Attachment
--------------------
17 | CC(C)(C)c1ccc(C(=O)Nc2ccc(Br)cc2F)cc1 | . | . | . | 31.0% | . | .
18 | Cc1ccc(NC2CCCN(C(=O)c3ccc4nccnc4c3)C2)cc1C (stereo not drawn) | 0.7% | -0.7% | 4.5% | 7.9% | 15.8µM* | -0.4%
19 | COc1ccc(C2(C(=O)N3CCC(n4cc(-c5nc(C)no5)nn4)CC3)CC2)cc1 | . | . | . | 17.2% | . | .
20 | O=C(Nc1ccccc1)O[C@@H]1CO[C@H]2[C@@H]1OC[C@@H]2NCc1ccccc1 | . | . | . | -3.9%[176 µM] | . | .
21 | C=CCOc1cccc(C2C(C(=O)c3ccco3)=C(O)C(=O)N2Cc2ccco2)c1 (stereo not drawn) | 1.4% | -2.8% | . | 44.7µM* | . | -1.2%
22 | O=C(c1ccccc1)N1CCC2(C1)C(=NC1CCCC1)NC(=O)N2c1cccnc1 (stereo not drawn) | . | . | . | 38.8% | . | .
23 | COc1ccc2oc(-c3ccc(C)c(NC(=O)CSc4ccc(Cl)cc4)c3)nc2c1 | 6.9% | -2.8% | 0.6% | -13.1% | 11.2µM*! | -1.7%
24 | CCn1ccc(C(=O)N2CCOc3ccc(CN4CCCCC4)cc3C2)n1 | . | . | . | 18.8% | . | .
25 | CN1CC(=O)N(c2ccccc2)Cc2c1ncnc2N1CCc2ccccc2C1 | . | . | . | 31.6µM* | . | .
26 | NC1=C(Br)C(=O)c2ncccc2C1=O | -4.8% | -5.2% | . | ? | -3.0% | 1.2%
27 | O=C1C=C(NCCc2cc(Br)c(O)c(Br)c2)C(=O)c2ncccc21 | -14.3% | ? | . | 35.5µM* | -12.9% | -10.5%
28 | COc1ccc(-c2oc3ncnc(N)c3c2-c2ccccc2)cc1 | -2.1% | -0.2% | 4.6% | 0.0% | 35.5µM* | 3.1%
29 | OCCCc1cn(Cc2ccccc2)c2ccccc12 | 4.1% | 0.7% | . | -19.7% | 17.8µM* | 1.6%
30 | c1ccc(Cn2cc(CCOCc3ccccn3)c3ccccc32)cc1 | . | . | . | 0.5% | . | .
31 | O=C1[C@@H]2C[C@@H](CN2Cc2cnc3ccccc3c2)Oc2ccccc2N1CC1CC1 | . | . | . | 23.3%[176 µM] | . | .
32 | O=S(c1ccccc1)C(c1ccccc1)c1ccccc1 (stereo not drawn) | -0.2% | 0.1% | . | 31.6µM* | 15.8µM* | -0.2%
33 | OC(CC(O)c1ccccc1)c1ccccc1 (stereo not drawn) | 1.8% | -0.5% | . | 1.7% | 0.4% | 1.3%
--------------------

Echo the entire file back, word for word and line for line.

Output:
17 | CC(C)(C)c1ccc(C(=O)Nc2ccc(Br)cc2F)cc1 | . | . | . | 31.0% | . | .
18 | Cc1ccc(NC2CCCN(C(=O)c3ccc4nccnc4c3)C2)cc1C (stereo not drawn) | 0.7% | -0.7% | 4.5% | 7.9% | 15.8µM* | -0.4%
19 | COc1ccc(C2(C(=O)N3CCC(n4cc(-c5nc(C)no5)nn4)CC3)CC2)cc1 | . | . | . | 17.2% | . | .
20 | O=C(Nc1ccccc1)O[C@@H]1CO[C@H]2[C@@H]1OC[C@@H]2NCc1ccccc1 | . | . | . | -3.9%[176 µM] | . | .
21 | C=CCOc1cccc(C2C(C(=O)c3ccco3)=C(O)C(=O)N2Cc2ccco2)c1 (stereo not drawn) | 1.4% | -2.8% | . | 44.7µM* | . | -1.2%
22 | O=C(c1ccccc1)N1CCC2(C1)C(=NC1CCCC1)NC(=O)N2c1cccnc1 (stereo not drawn) | . | . | . | 38.8% | . | .
23 | COc1ccc2oc(-c3ccc(C)c(NC(=O)CSc4ccc(Cl)cc4)c3)nc2c1 | 6.9% | -2.8% | 0.6% | -13.1% | 11.2µM*! | -1.7%
24 | CCn1ccc(C(=O)N2CCOc3ccc(CN4CCCCC4)cc3C2)n1 | . | . | . | 18.8% | . | .
25 | CN1CC(=O)N(c2ccccc2)Cc2c1ncnc2N1CCc2ccccc2C1 | . | . | . | 31.6µM* | . | .
26 | NC1=C(Br)C(=O)c2ncccc2C1=O | -4.8% | -5.2% | . | ? | -3.0% | 1.2%
27 | O=C1C=C(NCCc2cc(Br)c(O)c(Br)c2)C(=O)c2ncccc21 | -14.3% | ? | . | 35.5µM* | -12.9% | -10.5%
28 | COc1ccc(-c2oc3ncnc(N)c3c2-c2ccccc2)cc1 | -2.1% | -0.2% | 4.6% | 0.0% | 35.5µM* | 3.1%
29 | OCCCc1cn(Cc2ccccc2)c2ccccc12 | 4.1% | 0.7% | . | -19.7% | 17.8µM* | 1.6%
30 | c1ccc(Cn2cc(CCOCc3ccccn3)c3ccccc32)cc1 | . | . | . | 0.5% | . | .
31 | O=C1[C@@H]2C[C@@H](CN2Cc2cnc3ccccc3c2)Oc2ccccc2N1CC1CC1 | . | . | . | 23.3%[176 µM] | . | .
32 | O=S(c1ccccc1)C(c1ccccc1)c1ccccc1 (stereo not drawn) | -0.2% | 0.1% | . | 31.6µM* | 15.8µM* | -0.2%
33 | OC(CC(O)c1ccccc1)c1ccccc1 (stereo not drawn) | 1.8% | -0.5% | . | 1.7% | 0.4% | 1.3%